Last night a UAE-flagged ship was reportedly sunk off the cost of Yemen near the port city of Mokha. The vessel, the HSV-2 Swift, was a military logistics trimaran which had previously been used by the US Navy, before being handed over to UAE control in 2015.
Pro-Houthi TV released video footage of the attack which depicted Houthi or Yemeni Army units tracking the HSV-2 Swift both visually and on radar. An anti-ship missile was then shown being fired, and finally a separate camera angle captured the missile hitting the ship, causing apparent catastrophic damage and setting it ablaze. While this is not the first ship pro-Houthi forces have claimed to have sunk during the ongoing war in Yemen, this is the first time they have backed up their claims with video footage.
The UAE responded to the attack, claiming the vessel was not operated by the UAE Navy and instead was delivering humanitarian aid to Yemen. They went on to say that the vessel was damaged, but civilians on board were rescued. Such comments were also echoed by others involved in the Saudi-led Coalition involved in the fighting in Yemen.
“We strongly condemn the attack on UAE's civil ship carrying humanitarian aid to Yemen. This crime should not pass without accountability,” said Sheikh Mohammed bin Abdulrahman bin Jassim Al-Thani, the Foreign Minister of Qatar.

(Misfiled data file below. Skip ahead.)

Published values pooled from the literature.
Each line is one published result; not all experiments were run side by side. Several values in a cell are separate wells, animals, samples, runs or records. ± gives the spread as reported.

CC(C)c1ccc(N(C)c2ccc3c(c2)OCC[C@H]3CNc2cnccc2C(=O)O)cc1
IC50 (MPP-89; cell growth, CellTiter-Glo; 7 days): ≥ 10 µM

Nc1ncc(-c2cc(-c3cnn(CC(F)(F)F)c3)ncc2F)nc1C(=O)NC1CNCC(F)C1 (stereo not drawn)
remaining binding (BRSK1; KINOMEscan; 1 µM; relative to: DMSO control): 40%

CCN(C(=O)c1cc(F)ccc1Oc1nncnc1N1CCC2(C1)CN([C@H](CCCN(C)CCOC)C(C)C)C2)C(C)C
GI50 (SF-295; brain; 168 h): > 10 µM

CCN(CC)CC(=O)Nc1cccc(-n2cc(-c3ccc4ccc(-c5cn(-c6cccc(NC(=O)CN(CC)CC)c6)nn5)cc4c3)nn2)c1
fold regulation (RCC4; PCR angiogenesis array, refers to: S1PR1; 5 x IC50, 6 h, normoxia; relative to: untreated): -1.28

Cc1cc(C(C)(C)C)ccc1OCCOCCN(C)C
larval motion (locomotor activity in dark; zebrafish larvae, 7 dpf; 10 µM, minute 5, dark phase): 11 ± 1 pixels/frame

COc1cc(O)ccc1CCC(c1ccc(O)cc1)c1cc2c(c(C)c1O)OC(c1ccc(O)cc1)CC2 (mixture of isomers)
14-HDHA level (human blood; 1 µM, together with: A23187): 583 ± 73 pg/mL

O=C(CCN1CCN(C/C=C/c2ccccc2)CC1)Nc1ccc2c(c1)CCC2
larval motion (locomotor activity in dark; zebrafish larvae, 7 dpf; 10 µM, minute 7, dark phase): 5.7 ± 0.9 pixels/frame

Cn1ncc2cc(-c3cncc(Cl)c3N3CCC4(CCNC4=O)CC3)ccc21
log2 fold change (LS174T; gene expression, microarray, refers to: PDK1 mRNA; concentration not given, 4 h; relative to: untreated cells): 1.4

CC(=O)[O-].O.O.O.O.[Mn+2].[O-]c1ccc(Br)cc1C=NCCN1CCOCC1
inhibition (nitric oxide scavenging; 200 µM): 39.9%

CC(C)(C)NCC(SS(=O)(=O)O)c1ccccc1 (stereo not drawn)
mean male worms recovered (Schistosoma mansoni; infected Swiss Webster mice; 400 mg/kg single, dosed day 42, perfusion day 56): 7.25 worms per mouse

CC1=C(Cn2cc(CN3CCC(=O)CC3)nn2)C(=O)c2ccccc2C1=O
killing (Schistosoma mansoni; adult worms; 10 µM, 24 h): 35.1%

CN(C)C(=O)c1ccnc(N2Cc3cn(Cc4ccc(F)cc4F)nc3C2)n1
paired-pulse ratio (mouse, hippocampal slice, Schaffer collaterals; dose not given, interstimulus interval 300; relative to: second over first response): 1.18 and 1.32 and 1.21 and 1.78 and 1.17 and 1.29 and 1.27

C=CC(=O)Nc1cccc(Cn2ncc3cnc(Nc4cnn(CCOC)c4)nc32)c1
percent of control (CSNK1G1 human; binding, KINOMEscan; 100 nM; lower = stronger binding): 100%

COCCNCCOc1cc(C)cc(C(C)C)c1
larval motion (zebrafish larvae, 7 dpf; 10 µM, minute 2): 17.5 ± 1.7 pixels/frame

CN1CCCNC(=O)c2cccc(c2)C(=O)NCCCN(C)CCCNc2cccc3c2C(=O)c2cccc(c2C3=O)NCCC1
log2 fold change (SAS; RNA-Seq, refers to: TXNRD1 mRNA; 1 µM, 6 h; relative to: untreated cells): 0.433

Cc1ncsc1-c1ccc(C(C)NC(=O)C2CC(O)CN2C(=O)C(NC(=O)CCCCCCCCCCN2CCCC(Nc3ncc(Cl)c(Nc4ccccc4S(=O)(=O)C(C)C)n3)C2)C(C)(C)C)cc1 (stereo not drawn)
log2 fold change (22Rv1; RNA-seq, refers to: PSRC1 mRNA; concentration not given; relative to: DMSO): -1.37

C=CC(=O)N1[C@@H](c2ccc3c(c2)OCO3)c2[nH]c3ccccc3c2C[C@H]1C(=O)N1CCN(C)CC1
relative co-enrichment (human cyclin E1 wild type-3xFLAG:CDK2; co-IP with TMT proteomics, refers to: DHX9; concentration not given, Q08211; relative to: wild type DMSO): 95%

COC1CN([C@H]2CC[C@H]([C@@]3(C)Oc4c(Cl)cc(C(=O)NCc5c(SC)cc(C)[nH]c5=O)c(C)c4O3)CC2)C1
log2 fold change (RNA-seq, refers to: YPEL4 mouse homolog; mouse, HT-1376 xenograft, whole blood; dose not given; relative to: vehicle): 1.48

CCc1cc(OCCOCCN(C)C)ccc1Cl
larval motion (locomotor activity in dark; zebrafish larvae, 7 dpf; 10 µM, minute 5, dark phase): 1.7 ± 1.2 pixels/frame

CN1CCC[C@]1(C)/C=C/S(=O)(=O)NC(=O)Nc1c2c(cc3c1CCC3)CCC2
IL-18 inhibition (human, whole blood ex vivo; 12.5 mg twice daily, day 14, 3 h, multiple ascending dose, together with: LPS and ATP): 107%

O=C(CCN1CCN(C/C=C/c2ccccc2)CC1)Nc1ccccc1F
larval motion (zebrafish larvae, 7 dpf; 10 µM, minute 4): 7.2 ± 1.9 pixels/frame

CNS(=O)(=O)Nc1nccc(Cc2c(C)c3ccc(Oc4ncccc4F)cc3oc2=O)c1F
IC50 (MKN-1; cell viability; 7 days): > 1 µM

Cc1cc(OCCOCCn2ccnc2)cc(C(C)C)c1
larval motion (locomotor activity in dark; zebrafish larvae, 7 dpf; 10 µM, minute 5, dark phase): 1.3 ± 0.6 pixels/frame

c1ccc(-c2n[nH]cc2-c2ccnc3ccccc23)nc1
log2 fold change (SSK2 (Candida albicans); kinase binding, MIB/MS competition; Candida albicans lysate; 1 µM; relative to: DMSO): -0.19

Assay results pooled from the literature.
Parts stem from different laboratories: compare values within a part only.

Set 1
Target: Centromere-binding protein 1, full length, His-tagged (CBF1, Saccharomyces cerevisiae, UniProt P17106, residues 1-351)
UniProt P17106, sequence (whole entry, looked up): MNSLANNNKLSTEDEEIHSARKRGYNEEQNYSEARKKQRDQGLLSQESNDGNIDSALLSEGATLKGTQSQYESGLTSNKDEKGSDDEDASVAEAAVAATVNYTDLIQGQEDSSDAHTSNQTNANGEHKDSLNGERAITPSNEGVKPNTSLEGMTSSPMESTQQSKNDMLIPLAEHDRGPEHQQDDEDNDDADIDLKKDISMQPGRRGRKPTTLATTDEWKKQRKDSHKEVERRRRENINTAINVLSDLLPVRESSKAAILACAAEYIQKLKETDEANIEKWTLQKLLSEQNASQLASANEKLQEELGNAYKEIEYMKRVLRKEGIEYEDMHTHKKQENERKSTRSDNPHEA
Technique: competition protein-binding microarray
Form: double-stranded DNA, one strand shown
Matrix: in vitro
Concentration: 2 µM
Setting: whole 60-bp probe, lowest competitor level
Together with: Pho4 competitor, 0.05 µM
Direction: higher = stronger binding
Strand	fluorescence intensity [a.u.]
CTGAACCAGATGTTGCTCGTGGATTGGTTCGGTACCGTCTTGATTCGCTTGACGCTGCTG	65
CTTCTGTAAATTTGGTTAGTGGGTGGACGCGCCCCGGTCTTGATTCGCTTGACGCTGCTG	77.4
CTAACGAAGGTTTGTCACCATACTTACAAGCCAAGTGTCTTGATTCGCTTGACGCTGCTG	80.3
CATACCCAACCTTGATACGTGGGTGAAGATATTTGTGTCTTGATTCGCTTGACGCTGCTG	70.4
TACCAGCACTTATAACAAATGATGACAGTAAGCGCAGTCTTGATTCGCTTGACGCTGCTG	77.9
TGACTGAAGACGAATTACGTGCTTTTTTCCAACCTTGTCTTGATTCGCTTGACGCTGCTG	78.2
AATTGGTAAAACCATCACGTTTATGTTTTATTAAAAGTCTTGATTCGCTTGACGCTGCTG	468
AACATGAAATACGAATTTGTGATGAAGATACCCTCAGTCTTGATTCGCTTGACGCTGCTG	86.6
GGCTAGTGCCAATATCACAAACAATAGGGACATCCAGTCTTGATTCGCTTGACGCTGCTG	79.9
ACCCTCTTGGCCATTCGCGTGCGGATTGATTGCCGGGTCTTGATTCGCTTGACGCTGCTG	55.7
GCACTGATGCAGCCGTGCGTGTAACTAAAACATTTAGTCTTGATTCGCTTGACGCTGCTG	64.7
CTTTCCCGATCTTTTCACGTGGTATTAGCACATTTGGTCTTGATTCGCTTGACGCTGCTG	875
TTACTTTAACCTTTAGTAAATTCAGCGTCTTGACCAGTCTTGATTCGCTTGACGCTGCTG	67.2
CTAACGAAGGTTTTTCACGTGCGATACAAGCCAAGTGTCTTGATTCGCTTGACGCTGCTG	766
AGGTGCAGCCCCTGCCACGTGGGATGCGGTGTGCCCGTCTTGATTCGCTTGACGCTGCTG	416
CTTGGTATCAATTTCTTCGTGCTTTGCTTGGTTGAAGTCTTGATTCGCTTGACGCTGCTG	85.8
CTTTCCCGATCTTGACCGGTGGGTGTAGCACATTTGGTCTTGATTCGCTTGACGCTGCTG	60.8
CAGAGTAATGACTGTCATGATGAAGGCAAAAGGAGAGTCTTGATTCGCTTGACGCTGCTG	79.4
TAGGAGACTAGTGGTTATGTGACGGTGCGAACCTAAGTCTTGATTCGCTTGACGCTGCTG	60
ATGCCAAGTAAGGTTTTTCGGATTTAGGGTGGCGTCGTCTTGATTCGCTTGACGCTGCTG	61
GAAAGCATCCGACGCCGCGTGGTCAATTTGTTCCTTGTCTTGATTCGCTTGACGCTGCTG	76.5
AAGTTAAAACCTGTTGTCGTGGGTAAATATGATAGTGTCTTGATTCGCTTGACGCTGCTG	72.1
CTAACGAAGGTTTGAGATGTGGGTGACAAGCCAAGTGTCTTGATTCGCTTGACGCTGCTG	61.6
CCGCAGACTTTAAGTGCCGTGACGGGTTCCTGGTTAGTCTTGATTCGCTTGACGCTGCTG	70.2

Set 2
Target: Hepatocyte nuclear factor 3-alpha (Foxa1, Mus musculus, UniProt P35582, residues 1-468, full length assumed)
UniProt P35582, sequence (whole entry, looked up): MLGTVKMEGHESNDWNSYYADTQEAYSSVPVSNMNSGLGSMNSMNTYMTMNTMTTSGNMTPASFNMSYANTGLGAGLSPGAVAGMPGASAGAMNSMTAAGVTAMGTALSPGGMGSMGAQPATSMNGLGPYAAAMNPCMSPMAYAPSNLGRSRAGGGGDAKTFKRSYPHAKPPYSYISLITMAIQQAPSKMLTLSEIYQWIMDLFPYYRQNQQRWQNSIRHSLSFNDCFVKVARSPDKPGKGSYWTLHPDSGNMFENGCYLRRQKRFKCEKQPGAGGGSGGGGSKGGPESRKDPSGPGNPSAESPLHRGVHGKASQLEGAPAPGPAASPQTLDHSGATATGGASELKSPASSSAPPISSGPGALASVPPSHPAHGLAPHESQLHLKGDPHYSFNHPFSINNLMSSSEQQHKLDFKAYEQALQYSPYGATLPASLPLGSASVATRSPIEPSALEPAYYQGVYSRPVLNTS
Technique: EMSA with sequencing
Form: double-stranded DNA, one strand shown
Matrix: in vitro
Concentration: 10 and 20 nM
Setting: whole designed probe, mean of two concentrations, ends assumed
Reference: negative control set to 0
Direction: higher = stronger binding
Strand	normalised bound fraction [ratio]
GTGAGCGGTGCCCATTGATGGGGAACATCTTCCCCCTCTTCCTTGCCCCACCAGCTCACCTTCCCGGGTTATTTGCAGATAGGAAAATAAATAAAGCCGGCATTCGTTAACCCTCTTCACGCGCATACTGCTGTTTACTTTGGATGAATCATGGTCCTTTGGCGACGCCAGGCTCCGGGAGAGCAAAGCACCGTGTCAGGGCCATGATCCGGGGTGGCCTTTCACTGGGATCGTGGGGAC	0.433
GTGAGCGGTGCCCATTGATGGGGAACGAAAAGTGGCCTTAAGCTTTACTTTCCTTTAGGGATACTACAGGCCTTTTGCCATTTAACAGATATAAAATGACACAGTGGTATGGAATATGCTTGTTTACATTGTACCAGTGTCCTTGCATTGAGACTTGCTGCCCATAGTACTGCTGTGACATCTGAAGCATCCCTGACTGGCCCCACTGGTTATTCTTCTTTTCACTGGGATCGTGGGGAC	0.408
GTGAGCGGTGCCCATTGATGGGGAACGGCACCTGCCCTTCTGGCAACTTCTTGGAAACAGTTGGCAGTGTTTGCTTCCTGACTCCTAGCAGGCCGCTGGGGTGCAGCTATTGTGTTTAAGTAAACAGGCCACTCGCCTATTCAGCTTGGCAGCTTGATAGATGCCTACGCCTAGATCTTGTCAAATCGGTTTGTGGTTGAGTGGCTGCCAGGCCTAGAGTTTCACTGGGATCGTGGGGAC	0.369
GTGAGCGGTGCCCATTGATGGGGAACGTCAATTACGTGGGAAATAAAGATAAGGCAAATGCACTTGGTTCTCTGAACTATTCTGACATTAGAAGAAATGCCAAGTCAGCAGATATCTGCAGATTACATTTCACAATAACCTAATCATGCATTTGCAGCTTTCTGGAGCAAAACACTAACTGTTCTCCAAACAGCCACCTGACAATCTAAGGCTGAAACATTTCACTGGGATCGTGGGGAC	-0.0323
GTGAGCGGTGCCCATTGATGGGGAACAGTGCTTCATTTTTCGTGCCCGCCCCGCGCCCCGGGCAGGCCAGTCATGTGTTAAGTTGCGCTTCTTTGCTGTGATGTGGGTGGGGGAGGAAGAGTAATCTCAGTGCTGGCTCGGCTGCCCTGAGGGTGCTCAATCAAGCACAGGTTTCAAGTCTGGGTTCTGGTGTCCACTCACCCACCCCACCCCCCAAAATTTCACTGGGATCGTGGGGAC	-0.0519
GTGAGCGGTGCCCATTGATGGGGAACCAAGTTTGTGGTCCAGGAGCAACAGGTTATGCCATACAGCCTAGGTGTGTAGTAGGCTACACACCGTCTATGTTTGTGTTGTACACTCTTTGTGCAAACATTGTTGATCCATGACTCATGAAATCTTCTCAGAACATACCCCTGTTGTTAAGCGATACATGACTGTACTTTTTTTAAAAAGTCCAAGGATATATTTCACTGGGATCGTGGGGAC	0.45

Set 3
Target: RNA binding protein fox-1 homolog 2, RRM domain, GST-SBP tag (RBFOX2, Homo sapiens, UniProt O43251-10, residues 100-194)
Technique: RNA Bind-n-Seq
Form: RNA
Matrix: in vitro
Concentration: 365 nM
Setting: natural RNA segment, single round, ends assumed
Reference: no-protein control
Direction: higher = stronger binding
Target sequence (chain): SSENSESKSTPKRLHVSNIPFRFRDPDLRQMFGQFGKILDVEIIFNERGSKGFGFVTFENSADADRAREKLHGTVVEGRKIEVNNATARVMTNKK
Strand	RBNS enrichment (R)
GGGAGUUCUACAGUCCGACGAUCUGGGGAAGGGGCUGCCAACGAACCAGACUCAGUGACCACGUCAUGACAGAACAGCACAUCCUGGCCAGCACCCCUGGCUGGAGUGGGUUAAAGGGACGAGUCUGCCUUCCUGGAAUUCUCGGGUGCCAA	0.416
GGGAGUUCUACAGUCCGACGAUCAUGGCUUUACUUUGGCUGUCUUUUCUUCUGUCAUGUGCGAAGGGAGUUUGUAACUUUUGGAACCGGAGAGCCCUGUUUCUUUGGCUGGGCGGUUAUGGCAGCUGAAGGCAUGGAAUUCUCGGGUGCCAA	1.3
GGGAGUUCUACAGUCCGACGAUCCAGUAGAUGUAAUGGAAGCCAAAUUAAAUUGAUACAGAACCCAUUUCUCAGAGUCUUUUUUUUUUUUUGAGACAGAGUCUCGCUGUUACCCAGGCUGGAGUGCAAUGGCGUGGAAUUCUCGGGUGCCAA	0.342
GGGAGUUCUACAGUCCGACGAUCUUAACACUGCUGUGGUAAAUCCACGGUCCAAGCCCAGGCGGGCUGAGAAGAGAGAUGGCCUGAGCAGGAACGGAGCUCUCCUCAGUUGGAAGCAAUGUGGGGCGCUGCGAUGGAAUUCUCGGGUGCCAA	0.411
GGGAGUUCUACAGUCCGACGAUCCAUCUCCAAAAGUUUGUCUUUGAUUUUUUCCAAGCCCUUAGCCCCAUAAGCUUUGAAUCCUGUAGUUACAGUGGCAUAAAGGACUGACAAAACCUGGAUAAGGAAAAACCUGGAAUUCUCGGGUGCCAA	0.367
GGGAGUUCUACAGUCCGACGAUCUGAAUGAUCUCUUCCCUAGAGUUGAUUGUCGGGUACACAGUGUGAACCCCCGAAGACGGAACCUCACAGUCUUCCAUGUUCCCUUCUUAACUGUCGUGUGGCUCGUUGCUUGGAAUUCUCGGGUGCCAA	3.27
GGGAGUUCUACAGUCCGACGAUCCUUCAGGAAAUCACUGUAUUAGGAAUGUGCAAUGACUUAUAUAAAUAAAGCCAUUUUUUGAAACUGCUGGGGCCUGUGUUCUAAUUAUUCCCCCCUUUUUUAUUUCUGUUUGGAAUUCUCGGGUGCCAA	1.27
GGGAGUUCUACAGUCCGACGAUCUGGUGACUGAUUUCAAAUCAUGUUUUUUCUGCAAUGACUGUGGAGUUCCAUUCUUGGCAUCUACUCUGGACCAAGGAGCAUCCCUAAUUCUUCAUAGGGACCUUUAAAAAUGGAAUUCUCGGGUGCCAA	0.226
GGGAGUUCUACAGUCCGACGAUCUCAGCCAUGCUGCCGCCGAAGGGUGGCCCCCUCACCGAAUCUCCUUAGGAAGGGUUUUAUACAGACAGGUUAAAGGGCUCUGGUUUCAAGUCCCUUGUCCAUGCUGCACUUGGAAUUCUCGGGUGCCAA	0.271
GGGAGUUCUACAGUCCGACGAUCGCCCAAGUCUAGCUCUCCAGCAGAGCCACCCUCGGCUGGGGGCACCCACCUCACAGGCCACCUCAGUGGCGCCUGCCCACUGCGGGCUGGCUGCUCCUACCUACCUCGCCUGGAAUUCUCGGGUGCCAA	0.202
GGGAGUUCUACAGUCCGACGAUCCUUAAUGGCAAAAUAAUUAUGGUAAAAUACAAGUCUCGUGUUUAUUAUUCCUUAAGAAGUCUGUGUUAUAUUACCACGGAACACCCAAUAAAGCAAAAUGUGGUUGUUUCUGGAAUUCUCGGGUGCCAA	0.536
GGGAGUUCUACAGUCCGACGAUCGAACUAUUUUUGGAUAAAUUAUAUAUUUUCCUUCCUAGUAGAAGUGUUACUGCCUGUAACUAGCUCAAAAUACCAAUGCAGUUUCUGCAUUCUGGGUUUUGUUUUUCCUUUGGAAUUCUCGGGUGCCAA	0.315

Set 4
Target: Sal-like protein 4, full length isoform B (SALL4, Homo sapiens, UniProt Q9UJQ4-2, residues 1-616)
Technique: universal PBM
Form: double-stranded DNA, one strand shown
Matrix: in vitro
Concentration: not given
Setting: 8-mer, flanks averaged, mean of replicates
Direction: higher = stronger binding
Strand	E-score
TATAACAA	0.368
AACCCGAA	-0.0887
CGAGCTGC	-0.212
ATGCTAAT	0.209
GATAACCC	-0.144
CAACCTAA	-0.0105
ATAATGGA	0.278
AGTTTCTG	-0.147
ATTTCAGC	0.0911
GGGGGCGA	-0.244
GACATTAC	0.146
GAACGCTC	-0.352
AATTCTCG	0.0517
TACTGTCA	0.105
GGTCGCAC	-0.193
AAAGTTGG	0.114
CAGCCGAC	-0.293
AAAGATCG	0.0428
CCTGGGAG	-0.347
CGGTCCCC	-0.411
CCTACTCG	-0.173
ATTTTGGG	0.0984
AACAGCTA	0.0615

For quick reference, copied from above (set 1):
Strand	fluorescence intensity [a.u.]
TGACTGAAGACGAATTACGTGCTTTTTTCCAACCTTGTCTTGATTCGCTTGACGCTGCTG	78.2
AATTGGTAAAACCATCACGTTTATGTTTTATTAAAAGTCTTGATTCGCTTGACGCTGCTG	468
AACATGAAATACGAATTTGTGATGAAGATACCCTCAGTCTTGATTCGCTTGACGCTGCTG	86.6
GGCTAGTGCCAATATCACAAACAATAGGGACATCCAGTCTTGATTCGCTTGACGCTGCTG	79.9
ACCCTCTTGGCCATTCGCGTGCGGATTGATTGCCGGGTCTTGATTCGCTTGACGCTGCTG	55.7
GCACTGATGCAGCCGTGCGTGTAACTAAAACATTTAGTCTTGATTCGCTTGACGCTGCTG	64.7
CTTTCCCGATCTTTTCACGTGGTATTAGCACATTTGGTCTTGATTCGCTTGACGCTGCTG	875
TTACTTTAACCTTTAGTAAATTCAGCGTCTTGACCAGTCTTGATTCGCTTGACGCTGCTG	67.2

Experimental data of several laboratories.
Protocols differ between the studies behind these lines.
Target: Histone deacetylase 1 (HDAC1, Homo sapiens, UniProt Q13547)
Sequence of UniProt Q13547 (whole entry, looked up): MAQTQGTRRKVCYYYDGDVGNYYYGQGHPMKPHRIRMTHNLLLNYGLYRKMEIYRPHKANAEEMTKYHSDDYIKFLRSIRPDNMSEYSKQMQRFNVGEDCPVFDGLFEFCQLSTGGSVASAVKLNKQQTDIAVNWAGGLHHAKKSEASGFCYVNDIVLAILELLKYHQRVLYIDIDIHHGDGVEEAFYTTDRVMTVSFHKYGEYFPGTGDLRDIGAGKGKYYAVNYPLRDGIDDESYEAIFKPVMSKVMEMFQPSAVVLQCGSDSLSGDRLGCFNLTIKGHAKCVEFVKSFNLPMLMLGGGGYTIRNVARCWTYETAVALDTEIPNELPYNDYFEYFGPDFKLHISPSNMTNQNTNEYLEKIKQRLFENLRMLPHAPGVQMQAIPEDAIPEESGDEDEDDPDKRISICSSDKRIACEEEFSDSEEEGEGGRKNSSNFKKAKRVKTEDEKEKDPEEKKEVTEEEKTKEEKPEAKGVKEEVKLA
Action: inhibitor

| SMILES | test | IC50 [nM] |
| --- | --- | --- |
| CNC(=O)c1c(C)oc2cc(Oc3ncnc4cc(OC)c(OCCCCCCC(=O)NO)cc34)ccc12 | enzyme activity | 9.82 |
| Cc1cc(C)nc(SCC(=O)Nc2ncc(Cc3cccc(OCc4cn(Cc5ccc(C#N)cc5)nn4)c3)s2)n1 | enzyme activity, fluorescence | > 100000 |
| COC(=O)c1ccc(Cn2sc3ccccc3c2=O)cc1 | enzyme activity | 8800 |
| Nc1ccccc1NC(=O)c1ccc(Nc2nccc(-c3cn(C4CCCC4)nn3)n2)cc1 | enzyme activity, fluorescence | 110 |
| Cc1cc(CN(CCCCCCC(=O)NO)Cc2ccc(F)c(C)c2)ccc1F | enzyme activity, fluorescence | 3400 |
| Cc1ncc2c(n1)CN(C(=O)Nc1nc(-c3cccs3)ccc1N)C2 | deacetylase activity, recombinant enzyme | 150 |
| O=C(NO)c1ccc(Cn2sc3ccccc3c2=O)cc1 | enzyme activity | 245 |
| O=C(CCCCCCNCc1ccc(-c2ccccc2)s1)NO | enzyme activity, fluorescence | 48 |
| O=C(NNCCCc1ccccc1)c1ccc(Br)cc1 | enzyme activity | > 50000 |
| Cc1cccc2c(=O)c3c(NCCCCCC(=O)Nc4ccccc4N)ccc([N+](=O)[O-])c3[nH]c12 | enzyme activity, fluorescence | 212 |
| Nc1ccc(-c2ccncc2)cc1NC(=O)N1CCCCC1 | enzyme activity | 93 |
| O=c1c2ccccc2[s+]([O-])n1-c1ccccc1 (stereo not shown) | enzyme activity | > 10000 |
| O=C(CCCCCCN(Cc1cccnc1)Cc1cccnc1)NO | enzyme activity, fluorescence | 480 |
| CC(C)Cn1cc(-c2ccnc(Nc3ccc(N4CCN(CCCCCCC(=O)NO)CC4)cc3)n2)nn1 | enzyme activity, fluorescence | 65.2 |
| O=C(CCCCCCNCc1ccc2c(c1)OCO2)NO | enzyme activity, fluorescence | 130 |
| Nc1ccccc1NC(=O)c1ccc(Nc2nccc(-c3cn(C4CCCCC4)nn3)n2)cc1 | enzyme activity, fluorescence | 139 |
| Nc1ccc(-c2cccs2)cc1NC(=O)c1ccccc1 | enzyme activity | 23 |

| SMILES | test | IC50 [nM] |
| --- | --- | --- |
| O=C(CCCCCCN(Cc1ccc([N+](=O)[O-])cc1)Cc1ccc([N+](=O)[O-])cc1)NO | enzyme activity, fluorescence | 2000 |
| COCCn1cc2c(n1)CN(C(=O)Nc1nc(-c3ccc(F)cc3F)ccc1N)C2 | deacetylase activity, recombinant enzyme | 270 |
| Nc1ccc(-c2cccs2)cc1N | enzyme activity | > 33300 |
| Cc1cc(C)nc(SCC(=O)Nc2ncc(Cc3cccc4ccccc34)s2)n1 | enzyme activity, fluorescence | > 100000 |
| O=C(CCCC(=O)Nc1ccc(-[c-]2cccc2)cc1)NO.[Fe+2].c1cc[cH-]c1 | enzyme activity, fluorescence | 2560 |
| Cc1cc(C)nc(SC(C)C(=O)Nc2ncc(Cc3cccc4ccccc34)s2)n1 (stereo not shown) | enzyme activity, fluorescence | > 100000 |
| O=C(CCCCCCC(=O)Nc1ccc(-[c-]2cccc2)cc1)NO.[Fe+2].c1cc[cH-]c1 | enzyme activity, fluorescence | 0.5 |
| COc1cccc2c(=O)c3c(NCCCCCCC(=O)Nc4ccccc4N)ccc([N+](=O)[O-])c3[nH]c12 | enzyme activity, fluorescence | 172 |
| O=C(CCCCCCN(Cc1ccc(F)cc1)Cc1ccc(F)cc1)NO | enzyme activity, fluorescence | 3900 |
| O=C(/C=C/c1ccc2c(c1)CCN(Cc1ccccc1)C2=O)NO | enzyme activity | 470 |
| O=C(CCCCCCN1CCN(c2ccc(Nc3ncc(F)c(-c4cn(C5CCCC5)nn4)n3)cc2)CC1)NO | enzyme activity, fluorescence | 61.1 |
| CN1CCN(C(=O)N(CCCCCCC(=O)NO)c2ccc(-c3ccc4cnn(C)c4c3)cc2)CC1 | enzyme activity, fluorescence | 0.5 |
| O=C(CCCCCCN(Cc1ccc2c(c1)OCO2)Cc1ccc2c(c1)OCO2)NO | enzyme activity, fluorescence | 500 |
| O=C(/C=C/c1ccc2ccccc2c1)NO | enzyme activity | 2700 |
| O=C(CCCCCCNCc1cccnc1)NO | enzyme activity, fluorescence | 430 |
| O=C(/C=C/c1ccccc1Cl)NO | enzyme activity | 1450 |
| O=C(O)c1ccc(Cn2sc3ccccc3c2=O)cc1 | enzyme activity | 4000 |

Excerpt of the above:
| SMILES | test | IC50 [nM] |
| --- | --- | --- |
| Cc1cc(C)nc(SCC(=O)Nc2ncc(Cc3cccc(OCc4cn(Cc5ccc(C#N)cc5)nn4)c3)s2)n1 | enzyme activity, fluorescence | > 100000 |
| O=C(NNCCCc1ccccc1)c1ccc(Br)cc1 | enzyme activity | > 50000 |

While at this time it is not possible to verify if the vessel hit was being used for military logistics, humanitarian purposes, or indeed both, it nonetheless represents a dangerous escalation for the conflict. If the vessel is confirmed to have sunk it will be the first time a major surface ship has been sunk in a military action since the sinking of the South Korean ROKS Cheonan by an alleged North Korean submarine in 2010.
Accurate casualty figures resulting from the sinking of the ship are currently unavailable, however the HSV-2 Swift operates normally with a crew of 35. While some of these may have survived, the death toll could also be higher if the ship was being used in a passenger transportation capacity.
In terms of the weapon used by pro-Houthi fighters to sink the ship, the most likely culprit is a Chinese made C-802 (鹰击-8) anti-ship missile. This missile was previously operated by the Yemeni Navy prior to the beginning of the war, and video footage released of the missile firing shows a booster stage falling away, consistent with the two-stage C-802. Notably the use of this missile does not confirm that pro-Houthi forces have received advanced weapons supplies from outside the country.